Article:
Thursday, 7 April 2011

Maybe Moby Dick would've been a better choice?

The other day I was reading another blog  innocently working from home, when I clicked on tripped over a guest blogger reviewing her memoir about how unhappy she was with her husband until she tried every suggestion in every self help book she could find, and (spoiler alert) turned her sad excuse for a marriage into the passionate love affair she had always dreamed of.

She explained the premise of her book: she hated her husband, and spent hours dreaming about his death.  Not just his death: his funeral; the eulogy; flower arrangements; memorial service (including varied locations and menu options); and her subsequent re-entry into dating.  She goes on to say that many, many women want their husbands dead and this is perfectly normal. 

I beg to differ.

Yes, over the course of a lifetime and a marriage there are ups and downs.  And, sure, nobody likes the toilet seat left up.  But I will state for the record that if you are fantasizing about what you will wear to your perfectly healthy spouse's funeral something is very, very, very wrong.

She goes on to reassure her readers.  If you hate your husband, she confides, and you wish he would have a heart attack or an aneurysm, you are not alone.  This is the dark side of marriage, she whispers, that no one talks about.

So wishing pestilence and disease on your life partner and father of your child is just another womanly secret like waxing or slipping a few bucks into your girdle. 

I don't think so.

If you are that unhappy, for the love of Christ, crack open a yellow pages and get yourself a divorce lawyer.

I am now officially sucked in.  I need to read more.  I need to understand how she ended up married to this guy in the first place, why they had a kid, what he could have possibly done to make her so unhappy, and how she (spoiler alert) fixed everything within four measly months.

I say a quick prayer to Saint Kindle and the 3G angels, and I click.

Completely forgetting that my kindle is connected to my husband's credit card.

Poor guy gets an e-mail saying his wife just downloaded Project: Happily Ever After: Saving Your Marriage When the Fairytale Falters.

Sorry Honey.

Sunday, 3 April 2011

Let Them Eat Cake

Three times I went into the hospital when there was snow on the ground, and all three times I came out with a healthy baby and no more snow.  I love this time of year.

In our house, birthdays are a HUGE BIG DEAL.  Everything goes to you on your birthday. You even get automatic shotgun.

You choose what we have for breakfast, what music we listen to, and of course, there are parties, gifts, friends, family and cake.  Some years there has been a birthday trip to Dairy Queen for each kid, other years we have combined celebrations and taken a birthday trip on an airplane.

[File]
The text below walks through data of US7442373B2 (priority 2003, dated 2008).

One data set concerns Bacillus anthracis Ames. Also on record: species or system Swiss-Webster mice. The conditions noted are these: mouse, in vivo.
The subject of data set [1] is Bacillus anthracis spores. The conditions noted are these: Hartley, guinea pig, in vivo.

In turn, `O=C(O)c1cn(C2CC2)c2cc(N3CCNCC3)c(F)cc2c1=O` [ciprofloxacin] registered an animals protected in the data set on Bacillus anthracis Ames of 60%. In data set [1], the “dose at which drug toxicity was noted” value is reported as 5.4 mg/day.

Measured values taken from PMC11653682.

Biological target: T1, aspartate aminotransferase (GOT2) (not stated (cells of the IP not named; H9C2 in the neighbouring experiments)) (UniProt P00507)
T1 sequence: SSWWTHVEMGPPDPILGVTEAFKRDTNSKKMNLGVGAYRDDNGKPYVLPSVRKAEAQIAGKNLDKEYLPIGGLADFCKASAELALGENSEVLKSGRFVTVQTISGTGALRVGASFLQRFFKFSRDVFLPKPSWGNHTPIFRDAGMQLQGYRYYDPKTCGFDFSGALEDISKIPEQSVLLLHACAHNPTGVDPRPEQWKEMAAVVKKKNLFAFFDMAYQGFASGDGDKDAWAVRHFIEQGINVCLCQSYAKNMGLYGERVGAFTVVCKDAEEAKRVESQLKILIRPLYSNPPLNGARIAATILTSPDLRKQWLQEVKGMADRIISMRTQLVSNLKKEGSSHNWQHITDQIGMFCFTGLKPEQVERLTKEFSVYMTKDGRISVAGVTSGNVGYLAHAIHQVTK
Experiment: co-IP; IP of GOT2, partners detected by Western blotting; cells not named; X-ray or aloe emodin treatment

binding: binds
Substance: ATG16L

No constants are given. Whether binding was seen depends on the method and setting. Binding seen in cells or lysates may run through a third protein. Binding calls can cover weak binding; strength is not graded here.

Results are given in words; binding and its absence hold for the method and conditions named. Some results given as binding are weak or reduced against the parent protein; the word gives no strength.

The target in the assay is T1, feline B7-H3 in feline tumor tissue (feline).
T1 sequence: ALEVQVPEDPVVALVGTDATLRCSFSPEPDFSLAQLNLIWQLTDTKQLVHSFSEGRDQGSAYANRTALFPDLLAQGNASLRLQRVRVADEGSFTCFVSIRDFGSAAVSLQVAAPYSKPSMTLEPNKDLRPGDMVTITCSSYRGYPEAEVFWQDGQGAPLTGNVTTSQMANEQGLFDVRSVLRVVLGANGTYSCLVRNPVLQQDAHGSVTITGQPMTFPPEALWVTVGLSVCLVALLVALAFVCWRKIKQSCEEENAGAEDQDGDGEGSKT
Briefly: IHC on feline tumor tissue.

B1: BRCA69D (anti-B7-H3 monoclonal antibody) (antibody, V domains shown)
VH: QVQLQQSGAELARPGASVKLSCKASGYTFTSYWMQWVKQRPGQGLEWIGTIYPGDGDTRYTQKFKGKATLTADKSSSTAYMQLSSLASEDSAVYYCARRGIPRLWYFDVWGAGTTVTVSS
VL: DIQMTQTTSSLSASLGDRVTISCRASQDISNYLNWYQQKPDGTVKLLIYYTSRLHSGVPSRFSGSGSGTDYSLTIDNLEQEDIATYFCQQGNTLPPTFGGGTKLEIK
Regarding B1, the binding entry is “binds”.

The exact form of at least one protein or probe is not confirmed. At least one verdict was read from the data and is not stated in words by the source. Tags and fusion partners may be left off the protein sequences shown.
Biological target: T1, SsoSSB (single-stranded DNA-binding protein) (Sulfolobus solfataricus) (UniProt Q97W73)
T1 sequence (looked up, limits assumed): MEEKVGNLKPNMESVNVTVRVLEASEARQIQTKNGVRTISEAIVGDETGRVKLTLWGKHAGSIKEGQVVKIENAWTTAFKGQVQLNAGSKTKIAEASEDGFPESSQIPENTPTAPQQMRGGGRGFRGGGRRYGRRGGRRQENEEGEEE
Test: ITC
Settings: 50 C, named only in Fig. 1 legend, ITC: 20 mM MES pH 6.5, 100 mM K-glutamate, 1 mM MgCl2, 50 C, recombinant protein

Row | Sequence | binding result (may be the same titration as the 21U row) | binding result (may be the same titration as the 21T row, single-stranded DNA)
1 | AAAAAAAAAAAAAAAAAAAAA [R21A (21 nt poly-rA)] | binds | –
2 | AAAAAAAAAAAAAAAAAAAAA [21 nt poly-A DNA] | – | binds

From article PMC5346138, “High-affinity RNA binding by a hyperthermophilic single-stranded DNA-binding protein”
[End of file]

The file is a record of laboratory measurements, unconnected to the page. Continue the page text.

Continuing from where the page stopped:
There is one thing, though, that I would never do on my kids' birthdays and that is bring charity into it.
 It has become trendy of late to include with your Dora the Explorer or Iron Man 3 invitation a folded slip of paper saying something like:  "Instead of gifts, Missy has decided to ask for donations to Kids without Smiles."  

The first time this happened to me, I totally fell for it. 

I sent my donation off to Adults without Borders, or Floods without Fires or whatever it was. We get to the party and I see everyone getting out of the car bearing wrapped gifts.  I was confused. 

Once inside, I quickly found out the story.  Yes, we all donated to the Help a Kid Foundation, but we couldn't possibly show up at the party without a gift for little Joey.  So that's how it works.  We have to donate to the charity, AND, we have to bring a little something for the birthday boy.  

I didn't like it.  

I didn't like the unwritten message that I needed to provide two gifts - a cheque for the charity and a Bionicle for the kid. I also felt like there was a presumption that I wouldn't give to charity unless I was invited to your birthday party.  Like I need you to show me how it's done. 

Furthermore, I think it's a bit ridiculous that the parents felt the best way to teach their child about charity was to make me give charity.  If you want to do good work with your kids I'm all for it.  But don't send me to the food bank.  You gotta deliver them meals yourself.

There are, at last count, and realignment of the planets notwithstanding, 365 days of the year.  That means there are 364 days to think of everyone else in the world and only one day that's all about you.  We can spend the 364 days walking for  Penniless Puppies, selling ribbons for Mothers Against Sexting, or drinking tap water.  Specifics are up to you.  

But on my kids birthday?  No way.  I say let them choose the music, sit in the front seat, open their gifts, and hey - Let Them Eat Cake.